preparation of tire cord coating compositions, emulsion paints, resilient concrete, binder for cork, wood, leather bufiings, etc.

What we claim and desire to protect by Letters Patent 1s:

1. A latex of an ethylene-propylene copolymer modified by the attachment thereto of a plurality of polar groups, said polar groups having been attached by reacting said copolymer with a polar compound selected from the group consisting of maleic anhydride, methacrylic acid, acrylic acid, methyl acrylate, acrylamide, acrylonitrile, allyl alcohol, allylamine, vinyl pyridine, phosphorus halides and alkali sulfites, said copolymer having an RSV of from about 0.8 to about 8.0 and said polar groups not being substantially in excess of 5% by weight of the copolymer.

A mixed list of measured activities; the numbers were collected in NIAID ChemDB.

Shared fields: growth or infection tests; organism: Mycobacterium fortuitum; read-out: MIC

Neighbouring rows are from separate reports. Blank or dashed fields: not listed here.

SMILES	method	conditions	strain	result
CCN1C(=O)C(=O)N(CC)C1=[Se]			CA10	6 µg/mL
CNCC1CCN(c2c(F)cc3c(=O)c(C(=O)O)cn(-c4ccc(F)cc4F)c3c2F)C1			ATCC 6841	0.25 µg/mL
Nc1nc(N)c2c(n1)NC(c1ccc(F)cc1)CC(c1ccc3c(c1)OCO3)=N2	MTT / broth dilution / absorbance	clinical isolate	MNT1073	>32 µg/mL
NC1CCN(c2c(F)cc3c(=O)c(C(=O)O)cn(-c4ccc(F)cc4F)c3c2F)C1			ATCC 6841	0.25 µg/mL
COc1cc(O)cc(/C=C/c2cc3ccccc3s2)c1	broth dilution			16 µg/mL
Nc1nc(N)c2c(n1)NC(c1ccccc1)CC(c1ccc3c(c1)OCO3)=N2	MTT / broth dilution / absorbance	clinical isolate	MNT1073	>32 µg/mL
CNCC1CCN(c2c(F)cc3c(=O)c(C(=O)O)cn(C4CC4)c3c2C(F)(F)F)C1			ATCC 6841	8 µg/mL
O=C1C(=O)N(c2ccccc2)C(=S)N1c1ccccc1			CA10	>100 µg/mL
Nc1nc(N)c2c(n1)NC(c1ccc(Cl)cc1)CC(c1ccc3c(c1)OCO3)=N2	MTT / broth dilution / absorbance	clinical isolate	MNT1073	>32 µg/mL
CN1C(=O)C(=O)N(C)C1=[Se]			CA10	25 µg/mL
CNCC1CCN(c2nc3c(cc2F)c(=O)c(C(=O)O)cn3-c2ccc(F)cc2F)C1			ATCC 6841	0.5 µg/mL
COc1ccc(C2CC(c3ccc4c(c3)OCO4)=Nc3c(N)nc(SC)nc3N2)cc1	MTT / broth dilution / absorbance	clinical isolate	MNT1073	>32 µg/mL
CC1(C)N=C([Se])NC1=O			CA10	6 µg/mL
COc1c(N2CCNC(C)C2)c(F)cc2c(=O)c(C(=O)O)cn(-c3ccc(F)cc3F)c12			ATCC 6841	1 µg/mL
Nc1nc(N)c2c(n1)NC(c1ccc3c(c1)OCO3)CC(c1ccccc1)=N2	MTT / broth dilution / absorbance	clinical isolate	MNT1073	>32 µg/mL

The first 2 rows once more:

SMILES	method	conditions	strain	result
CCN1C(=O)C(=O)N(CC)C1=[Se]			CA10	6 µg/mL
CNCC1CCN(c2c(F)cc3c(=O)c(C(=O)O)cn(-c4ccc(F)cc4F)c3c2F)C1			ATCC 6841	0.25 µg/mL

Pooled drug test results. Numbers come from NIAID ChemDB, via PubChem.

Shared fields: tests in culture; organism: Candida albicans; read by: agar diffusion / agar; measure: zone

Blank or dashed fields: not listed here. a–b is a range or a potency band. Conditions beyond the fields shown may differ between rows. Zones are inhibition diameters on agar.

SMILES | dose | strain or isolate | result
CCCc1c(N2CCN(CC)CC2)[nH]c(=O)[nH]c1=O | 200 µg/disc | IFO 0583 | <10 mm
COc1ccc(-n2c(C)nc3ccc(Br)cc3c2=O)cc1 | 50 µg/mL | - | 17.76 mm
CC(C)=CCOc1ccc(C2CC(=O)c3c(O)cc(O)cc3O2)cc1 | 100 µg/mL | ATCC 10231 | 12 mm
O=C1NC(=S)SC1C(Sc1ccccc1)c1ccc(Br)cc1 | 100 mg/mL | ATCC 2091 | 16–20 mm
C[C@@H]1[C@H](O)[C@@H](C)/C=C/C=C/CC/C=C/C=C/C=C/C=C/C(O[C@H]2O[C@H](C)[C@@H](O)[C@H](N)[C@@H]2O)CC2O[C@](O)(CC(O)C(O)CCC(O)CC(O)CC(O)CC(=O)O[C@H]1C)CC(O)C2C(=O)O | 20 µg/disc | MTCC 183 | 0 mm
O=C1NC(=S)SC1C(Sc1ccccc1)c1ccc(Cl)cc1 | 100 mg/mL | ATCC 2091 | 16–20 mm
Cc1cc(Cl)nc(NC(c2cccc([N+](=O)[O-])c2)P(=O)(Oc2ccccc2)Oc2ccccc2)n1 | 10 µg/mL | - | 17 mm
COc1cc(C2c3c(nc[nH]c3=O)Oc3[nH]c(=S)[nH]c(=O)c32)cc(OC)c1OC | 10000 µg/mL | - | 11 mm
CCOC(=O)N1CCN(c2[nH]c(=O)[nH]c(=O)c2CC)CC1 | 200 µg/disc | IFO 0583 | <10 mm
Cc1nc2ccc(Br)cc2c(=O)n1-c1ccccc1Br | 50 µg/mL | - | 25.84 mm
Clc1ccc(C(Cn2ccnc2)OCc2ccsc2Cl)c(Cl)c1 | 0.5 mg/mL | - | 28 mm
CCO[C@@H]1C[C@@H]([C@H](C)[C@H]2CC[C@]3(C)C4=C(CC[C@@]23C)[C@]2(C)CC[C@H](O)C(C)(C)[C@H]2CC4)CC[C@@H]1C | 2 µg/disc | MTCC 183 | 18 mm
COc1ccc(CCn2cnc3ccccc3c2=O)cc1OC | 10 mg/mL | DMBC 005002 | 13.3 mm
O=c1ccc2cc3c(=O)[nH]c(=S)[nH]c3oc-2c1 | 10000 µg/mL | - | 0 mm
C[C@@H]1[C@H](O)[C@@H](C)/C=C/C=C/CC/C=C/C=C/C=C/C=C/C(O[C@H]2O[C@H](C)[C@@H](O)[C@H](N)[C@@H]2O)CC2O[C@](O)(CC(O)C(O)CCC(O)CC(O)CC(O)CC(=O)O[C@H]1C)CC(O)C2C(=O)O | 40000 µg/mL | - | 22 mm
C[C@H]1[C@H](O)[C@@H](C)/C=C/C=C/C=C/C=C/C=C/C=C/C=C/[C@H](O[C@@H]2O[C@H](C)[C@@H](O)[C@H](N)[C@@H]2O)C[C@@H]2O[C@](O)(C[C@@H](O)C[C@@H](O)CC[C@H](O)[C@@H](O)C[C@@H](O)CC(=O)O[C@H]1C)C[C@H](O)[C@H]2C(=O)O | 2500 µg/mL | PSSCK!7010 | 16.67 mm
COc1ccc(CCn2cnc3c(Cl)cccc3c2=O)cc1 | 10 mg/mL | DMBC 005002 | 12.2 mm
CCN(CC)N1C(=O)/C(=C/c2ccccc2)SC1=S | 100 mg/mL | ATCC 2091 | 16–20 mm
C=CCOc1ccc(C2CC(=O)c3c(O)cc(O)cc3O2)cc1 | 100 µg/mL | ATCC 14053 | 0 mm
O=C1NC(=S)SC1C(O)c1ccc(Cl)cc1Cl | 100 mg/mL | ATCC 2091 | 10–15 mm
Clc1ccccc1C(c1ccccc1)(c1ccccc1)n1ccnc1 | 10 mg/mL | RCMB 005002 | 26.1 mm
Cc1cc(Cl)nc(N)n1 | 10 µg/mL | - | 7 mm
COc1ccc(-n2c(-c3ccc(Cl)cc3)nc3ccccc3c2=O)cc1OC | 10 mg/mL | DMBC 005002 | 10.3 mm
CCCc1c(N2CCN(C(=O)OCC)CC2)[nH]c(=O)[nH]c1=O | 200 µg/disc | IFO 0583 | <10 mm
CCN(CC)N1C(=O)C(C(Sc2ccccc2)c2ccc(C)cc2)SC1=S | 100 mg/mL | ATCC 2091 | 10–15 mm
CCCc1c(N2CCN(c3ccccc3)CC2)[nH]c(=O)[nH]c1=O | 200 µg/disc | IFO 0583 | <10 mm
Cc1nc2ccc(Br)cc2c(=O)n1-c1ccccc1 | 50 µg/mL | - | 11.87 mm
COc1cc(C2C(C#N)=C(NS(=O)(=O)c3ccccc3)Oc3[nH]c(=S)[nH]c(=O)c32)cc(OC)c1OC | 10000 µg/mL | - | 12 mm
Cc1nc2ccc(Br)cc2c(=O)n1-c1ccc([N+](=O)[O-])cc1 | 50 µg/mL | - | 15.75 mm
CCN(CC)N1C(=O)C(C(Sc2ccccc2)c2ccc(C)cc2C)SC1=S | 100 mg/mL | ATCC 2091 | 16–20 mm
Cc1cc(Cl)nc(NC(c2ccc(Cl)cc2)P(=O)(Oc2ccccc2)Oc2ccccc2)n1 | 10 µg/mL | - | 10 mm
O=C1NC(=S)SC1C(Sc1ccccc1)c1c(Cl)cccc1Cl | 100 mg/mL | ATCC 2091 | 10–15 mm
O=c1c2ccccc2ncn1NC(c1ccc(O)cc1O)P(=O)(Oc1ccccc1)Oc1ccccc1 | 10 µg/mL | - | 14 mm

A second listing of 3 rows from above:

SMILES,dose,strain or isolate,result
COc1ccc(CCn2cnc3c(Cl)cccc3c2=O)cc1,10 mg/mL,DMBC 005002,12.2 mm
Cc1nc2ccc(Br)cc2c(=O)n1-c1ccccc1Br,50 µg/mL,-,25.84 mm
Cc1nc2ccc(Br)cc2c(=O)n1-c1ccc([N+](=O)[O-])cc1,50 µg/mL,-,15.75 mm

2. The composition of claim 1 wherein the polar groups are attached by reacting the ethylene-propylene copolymer with maleic anhydride.

3. The composition of claim 1 wherein the polar groups are attached by reacting the ethylene-propylene copolymer with allylamine.

4. The composition of claim 1 wherein the polar groups are attached by reacting the ethylene-propylene copolymer with 2-vinyl pyridine.

5. The composition of claim 1 wherein the polar groups are attached by reacting the ethylene-propylene copolymer with phosphorus trichloride.